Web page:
Smoking at new lows in 8th-graders, sophomores, seniors

2013-07-13T00:00:00Z Smoking at new lows in 8th-graders, sophomores, seniorsEmily Alpert Los Angeles Times Arizona Daily Star
July 13, 2013 12:00 am  • 

LOS ANGELES - Cigarette smoking hit the lowest point ever recorded among American eighth-graders and high school sophomores and seniors last year, a newly released report shows.

Last year, only 5 percent of high school sophomores said they had smoked cigarettes daily in the previous 30 days, compared with 18 percent who smoked daily at one point in the 1990s. The numbers have also plunged for eighth-graders and high school seniors, hitting their lowest point since the surveys began.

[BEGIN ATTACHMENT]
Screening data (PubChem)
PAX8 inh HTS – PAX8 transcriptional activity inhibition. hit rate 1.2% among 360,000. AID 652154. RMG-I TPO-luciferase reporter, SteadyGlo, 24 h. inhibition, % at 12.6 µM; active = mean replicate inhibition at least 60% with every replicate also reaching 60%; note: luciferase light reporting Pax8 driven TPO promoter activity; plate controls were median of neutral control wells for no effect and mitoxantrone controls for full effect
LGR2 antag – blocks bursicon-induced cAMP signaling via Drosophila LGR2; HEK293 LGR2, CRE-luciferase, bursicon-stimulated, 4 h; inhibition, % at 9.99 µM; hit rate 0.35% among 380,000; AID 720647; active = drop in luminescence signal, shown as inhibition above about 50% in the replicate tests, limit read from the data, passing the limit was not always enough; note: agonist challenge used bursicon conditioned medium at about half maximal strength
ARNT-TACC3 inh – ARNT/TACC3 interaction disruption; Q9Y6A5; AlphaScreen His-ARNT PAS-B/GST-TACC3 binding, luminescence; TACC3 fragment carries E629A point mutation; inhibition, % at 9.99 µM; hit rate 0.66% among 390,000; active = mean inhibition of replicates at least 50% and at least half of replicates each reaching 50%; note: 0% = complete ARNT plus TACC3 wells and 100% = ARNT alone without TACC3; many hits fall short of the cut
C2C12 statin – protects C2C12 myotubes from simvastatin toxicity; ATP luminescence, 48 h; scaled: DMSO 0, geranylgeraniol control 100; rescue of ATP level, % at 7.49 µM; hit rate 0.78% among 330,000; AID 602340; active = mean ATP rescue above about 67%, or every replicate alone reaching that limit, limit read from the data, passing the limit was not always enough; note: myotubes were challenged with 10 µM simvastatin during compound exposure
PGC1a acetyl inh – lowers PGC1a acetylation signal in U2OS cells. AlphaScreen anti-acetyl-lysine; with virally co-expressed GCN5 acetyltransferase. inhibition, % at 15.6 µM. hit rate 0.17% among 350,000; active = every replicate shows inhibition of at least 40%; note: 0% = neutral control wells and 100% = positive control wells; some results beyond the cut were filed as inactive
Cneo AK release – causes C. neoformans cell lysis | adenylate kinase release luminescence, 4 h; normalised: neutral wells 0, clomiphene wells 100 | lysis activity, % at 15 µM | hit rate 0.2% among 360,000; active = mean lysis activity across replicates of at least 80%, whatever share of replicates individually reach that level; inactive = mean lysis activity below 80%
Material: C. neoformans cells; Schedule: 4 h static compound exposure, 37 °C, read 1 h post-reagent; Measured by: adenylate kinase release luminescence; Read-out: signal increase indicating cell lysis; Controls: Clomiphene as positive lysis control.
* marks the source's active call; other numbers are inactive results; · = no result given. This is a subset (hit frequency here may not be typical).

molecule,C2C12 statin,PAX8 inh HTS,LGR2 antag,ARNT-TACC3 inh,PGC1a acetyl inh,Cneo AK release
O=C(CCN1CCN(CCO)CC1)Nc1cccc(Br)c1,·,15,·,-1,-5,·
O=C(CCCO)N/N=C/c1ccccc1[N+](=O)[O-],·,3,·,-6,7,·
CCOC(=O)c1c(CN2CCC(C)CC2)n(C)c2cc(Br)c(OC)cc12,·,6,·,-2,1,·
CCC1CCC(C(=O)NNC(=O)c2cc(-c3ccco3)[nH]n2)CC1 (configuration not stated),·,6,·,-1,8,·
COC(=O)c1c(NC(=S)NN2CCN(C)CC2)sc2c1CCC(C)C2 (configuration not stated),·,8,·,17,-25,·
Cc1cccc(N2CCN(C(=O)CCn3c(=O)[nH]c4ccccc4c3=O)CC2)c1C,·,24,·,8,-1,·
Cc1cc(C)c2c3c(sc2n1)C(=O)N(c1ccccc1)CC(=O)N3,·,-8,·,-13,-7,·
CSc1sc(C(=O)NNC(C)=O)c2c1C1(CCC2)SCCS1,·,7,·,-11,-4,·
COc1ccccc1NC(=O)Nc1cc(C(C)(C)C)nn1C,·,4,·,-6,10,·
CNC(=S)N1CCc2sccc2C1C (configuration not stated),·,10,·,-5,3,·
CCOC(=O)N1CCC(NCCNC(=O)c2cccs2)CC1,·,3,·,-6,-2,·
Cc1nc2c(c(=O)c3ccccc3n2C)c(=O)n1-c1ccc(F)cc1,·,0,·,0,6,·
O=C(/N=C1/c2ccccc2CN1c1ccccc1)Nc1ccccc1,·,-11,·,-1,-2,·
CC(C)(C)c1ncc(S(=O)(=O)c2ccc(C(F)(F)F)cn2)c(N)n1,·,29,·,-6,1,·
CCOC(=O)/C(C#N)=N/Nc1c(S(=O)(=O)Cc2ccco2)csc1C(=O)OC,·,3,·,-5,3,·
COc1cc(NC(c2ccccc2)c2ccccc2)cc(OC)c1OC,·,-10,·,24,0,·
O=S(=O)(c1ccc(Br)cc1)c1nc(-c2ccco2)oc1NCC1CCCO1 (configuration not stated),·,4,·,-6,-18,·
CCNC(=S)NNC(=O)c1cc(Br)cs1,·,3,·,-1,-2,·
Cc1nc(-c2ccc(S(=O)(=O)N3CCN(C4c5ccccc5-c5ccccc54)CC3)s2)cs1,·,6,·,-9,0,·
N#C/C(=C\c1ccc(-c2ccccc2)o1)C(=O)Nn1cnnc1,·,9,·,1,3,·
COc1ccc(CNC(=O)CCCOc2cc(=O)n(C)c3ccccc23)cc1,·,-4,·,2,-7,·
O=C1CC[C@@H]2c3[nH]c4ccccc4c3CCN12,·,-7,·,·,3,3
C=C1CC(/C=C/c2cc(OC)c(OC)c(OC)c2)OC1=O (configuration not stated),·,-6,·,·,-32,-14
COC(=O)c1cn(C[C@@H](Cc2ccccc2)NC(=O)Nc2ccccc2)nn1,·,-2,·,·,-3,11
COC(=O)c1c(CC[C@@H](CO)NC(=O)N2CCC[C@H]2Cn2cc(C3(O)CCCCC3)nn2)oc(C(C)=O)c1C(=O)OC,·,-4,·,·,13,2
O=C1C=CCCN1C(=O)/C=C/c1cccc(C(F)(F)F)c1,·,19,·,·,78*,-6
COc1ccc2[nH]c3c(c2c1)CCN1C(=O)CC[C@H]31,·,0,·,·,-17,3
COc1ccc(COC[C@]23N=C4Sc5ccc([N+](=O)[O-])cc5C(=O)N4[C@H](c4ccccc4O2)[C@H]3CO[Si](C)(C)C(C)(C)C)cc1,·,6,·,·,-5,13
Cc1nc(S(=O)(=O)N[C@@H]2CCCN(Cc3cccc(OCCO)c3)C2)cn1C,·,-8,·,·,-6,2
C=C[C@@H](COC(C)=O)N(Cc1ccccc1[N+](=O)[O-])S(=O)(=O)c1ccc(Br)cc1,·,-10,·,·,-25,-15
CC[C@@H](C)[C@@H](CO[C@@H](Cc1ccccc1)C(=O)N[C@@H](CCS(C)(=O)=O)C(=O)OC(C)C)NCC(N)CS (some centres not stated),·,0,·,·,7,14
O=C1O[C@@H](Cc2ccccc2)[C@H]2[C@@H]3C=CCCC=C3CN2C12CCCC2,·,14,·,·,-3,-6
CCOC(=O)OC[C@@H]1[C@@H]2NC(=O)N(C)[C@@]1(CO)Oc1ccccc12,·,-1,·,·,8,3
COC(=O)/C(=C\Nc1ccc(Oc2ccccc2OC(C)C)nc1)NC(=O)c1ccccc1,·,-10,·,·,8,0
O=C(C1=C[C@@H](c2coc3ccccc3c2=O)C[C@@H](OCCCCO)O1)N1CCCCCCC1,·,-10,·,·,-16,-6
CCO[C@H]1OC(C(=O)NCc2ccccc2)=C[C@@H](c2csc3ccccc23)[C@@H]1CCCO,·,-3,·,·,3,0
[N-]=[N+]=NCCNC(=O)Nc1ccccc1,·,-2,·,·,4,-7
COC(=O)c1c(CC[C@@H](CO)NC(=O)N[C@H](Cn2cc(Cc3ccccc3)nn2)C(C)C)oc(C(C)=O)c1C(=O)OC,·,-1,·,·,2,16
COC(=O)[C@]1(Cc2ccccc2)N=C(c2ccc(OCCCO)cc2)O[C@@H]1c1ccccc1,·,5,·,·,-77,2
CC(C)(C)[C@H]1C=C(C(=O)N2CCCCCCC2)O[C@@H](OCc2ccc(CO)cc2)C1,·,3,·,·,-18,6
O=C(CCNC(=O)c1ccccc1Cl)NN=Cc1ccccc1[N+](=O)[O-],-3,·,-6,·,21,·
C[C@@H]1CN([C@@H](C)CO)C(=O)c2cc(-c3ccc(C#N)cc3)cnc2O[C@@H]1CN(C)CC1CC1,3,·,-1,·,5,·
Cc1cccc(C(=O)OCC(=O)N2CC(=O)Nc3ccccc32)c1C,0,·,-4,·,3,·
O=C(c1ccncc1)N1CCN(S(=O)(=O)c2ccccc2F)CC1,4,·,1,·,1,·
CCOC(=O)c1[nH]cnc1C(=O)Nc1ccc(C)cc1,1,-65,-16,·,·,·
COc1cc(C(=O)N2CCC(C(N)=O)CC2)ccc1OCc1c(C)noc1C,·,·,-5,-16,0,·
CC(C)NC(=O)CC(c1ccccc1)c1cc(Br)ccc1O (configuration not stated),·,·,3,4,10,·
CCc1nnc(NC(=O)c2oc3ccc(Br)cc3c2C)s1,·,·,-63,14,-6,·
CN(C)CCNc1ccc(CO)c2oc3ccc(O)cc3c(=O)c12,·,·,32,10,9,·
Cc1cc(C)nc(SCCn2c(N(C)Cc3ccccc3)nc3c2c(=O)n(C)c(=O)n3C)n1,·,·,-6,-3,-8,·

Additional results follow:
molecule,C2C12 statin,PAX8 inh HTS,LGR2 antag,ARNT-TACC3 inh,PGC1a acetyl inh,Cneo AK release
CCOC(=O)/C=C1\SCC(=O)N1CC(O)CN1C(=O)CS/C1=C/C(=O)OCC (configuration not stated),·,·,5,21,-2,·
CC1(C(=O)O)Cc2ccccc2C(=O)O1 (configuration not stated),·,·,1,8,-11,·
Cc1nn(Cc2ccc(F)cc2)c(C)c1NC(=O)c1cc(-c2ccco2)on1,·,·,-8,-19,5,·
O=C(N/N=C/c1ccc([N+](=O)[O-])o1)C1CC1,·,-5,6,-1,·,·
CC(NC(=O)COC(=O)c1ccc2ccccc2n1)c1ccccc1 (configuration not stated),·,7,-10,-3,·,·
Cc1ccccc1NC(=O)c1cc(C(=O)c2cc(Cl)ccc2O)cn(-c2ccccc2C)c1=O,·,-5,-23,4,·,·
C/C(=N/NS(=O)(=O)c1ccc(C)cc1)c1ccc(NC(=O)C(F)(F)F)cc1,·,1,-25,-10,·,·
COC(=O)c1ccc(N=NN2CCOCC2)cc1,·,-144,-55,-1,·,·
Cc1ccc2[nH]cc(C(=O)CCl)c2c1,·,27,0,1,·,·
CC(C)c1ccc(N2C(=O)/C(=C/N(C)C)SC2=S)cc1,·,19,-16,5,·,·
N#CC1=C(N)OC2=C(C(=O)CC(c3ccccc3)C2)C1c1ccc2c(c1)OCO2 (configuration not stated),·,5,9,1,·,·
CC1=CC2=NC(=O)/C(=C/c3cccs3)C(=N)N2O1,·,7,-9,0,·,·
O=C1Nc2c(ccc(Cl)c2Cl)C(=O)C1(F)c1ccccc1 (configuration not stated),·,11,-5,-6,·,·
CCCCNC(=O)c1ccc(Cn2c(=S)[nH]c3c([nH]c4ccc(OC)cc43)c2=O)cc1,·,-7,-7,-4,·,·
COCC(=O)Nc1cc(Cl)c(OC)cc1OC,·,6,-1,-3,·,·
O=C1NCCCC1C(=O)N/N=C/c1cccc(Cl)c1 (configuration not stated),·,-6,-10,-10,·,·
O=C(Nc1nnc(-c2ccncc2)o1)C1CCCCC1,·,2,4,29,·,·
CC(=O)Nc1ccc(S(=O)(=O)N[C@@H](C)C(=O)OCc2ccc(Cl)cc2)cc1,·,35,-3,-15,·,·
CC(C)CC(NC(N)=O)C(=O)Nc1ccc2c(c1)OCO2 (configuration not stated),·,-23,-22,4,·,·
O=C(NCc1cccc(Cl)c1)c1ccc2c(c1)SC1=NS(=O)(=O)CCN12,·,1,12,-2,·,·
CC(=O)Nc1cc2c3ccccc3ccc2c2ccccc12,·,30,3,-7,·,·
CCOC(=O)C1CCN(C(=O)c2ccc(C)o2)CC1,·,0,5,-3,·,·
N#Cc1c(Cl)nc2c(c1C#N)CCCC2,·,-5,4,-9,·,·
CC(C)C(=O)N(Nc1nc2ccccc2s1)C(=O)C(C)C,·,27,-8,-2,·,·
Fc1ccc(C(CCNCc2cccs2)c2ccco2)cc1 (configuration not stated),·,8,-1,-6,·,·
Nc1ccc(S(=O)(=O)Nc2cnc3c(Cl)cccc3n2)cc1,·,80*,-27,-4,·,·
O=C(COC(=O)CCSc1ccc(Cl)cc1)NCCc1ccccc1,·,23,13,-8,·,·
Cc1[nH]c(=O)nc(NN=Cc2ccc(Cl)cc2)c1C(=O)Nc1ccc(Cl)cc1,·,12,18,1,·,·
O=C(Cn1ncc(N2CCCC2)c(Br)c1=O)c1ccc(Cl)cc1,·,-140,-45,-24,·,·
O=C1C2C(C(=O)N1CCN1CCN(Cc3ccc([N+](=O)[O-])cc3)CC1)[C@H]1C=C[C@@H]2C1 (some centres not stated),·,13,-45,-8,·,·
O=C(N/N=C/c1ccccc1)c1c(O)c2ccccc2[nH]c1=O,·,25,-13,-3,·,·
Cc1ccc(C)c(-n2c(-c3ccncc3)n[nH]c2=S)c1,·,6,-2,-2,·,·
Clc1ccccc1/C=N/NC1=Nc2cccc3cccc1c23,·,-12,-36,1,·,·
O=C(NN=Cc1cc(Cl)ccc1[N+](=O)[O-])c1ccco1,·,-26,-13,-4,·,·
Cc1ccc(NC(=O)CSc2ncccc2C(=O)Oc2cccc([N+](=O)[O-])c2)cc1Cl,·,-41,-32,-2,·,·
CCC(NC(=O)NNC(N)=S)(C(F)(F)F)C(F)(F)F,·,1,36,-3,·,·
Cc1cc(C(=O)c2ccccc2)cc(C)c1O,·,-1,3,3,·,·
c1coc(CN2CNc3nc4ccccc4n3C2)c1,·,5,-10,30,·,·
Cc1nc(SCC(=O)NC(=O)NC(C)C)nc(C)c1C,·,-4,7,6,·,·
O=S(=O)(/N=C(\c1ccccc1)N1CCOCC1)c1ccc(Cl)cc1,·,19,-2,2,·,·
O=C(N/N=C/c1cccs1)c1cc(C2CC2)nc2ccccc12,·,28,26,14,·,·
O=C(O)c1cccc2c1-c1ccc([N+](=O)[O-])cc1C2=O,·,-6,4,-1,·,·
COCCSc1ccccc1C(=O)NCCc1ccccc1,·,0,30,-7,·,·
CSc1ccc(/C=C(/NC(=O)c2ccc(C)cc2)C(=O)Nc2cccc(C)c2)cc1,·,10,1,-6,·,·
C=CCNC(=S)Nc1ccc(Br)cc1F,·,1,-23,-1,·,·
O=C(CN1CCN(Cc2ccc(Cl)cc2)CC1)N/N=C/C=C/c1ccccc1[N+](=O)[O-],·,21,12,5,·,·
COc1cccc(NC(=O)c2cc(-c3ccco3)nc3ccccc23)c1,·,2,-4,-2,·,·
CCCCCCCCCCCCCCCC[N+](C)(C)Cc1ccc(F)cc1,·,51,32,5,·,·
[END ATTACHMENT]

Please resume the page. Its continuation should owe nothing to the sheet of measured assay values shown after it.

The change is just one of the findings in a vast new report on the well-being of American children, compiled by the Federal Interagency Forum on Child and Family Statistics. The report draws together research from a host of government agencies and research groups, including smoking surveys from the National Institute on Drug Abuse.

Besides being less likely to smoke, U.S. children are also less likely to be exposed to secondhand smoke than in the past, the report showed.

Danny McGoldrick, vice president for research for the Campaign for Tobacco-Free Kids, credited tobacco taxes, laws limiting where people can smoke and smoking-prevention programs with reducing the numbers.

But the surveys show progress has slowed in recent years, with teenage smoking rates falling only slightly from 2011 to 2012.

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